Surprisingly warm and unquestionably witty, IN STITCHES is a riveting look at the sacrifice it takes to become a premiere plastic surgeon. In a world where physicians can be almost god-like, Dr. Tony’s not afraid to show us his heart, his humor, and his humanity. I adored In Stitches and even though I’m not ready to book Dr. Tony for a face-lift, I’d sure like to call him for lunch.
Jen Lancaster, NY Times Bestselling Author of Bitter Is The New Black.
Part ‘Grey’s Anatomy,’ part ‘Nip-Tuck,’ IN STITCHES takes you under the knife to expose the layers of one doctor’s journey to become not only a plastic surgeon but also his own man. A humorous, heartfelt, honest memoir about med school and MCATs, fathers and sons, and finding your place in the world,IN STITCHES will tickle your funny bone, touch your heart and make you think differently about your doctor.
Wade Rouse, author of It’s All Relative and At Least in the City Someone Would Hear Me Scream.
My fellow plastic surgeon Anthony Youn, M.D.’s book, IN STITCHES, is a brilliant and bouncy read. Humorous and energetic, the author takes us along with him in medical school on his way to becoming a surgeon. He makes you feel as if you are along for the ride. Rich with dialogue, I found myself rooting for him in all sorts of circumstances from his first surgery to hitting on co-eds.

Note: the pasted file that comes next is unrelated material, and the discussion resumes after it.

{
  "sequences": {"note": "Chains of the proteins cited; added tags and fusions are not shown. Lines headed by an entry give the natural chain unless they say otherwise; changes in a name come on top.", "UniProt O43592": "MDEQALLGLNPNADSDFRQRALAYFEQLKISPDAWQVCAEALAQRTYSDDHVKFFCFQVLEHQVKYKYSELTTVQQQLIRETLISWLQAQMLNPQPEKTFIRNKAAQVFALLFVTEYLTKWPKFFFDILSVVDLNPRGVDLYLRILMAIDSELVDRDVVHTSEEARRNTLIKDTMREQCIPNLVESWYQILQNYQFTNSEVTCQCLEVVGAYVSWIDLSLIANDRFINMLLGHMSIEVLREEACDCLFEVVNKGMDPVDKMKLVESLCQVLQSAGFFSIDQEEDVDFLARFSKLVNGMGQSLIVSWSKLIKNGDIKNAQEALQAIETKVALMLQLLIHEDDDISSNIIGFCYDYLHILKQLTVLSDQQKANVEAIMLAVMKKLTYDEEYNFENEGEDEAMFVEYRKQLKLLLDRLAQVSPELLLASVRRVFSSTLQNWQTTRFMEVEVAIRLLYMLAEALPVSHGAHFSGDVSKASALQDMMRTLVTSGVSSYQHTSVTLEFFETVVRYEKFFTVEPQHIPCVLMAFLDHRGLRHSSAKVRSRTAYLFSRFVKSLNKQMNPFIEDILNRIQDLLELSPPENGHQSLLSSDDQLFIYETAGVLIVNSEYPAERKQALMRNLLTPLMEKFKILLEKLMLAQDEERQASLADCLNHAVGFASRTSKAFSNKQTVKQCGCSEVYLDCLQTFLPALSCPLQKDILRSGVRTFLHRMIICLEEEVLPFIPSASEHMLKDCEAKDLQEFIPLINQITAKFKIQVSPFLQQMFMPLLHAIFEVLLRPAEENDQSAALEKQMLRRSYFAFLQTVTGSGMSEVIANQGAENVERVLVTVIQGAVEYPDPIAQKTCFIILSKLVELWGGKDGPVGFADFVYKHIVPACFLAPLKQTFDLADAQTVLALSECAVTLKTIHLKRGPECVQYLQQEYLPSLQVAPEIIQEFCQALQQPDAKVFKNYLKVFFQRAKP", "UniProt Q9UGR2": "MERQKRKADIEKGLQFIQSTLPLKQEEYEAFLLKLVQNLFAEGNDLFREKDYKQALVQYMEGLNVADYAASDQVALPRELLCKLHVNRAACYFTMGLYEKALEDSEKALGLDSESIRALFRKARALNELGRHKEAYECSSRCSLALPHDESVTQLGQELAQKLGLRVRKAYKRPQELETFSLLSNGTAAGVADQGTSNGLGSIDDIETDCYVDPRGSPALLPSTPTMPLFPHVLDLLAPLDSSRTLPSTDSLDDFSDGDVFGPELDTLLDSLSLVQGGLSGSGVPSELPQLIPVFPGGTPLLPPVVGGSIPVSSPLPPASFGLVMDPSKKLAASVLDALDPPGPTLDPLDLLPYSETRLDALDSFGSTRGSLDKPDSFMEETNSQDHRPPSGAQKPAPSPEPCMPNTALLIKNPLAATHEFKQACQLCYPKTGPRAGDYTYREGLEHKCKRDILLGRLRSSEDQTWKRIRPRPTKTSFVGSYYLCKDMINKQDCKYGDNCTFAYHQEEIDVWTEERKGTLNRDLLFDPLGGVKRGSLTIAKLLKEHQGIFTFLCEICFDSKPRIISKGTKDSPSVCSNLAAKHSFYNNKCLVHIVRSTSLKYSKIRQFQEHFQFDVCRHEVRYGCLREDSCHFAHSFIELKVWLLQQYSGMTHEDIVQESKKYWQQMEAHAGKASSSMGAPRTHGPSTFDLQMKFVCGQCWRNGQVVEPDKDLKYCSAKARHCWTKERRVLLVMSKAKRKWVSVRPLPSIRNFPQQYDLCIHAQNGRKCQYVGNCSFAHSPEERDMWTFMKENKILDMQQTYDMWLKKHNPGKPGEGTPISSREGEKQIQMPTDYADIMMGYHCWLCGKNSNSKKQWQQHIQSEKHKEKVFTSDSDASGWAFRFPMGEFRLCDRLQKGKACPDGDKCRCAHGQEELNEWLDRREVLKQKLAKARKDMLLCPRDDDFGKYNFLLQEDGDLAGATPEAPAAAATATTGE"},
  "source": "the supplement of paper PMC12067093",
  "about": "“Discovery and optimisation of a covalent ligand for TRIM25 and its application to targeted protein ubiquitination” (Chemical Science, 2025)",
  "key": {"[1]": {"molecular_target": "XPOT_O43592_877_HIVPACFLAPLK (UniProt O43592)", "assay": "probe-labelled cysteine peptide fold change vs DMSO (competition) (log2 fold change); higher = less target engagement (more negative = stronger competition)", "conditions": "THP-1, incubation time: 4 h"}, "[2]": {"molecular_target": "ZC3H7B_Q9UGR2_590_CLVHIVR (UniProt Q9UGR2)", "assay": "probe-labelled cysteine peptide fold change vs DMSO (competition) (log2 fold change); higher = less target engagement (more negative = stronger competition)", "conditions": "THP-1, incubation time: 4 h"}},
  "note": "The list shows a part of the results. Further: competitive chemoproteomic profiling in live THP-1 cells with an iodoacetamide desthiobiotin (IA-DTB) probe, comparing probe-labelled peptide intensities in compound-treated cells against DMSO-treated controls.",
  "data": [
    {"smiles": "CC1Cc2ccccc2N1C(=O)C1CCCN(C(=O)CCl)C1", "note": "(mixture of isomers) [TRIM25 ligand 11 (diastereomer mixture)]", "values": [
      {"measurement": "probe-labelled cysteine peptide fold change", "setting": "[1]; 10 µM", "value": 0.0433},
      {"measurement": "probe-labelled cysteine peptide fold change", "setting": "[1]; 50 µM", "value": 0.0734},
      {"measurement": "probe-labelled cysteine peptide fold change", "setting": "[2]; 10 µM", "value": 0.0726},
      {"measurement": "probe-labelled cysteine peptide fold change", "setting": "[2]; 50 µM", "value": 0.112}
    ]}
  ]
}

Dr. Drew Ordon, host of television’s The Doctors.
Dr.  Tony Youn’s book IN STITCHES is well written, very readable and appropriately witty. I had the pleasure and opportunity of meeting and working with Dr Youn. I find him not only to be extremely capable and a great surgeon, but also a kind and generous man. In this book, I actually see a lot of myself in him. At times I was in tears and at others was laughing out loud. I highly recommend it!
Dr. Robert Rey, star of television’s Dr. 90210.
If you’re contemplating medical school, you’ll need three things: resilience, caffeine, and Tony Youn’s IN STITCHES – a raucously funny and genuinely affecting account of what becoming a doctor is really like.  Dr. Youn traces his success to a stern Korean father and his own fanatical work ethic — but the real secret is his fabulous sense of humor, which shines through every page of IN STITCHES.
Dr. Audrey Young, author of What Patients Taught Me and House of Hope and Fear.
In 1980, I read The House of God, the sardonic story of residency training at Harvard’s Beth Israel Hospital. Now, some 30 years later, readers are brought into the dorm room, the anatomy lab, the classroom, and the operating room with Dr. Youn as he describes his medical school training. The reader sweats the stresses and enjoys the laughs med students experience.  I was touched by the honesty and frankness of the experiences he describes—most people understand the life of a doctor, but few understand the sacrifices that young men and women make while in medical school. Fasten your seatbelts and get ready for a fun ride. This memoir will certainly keep you IN STITCHES.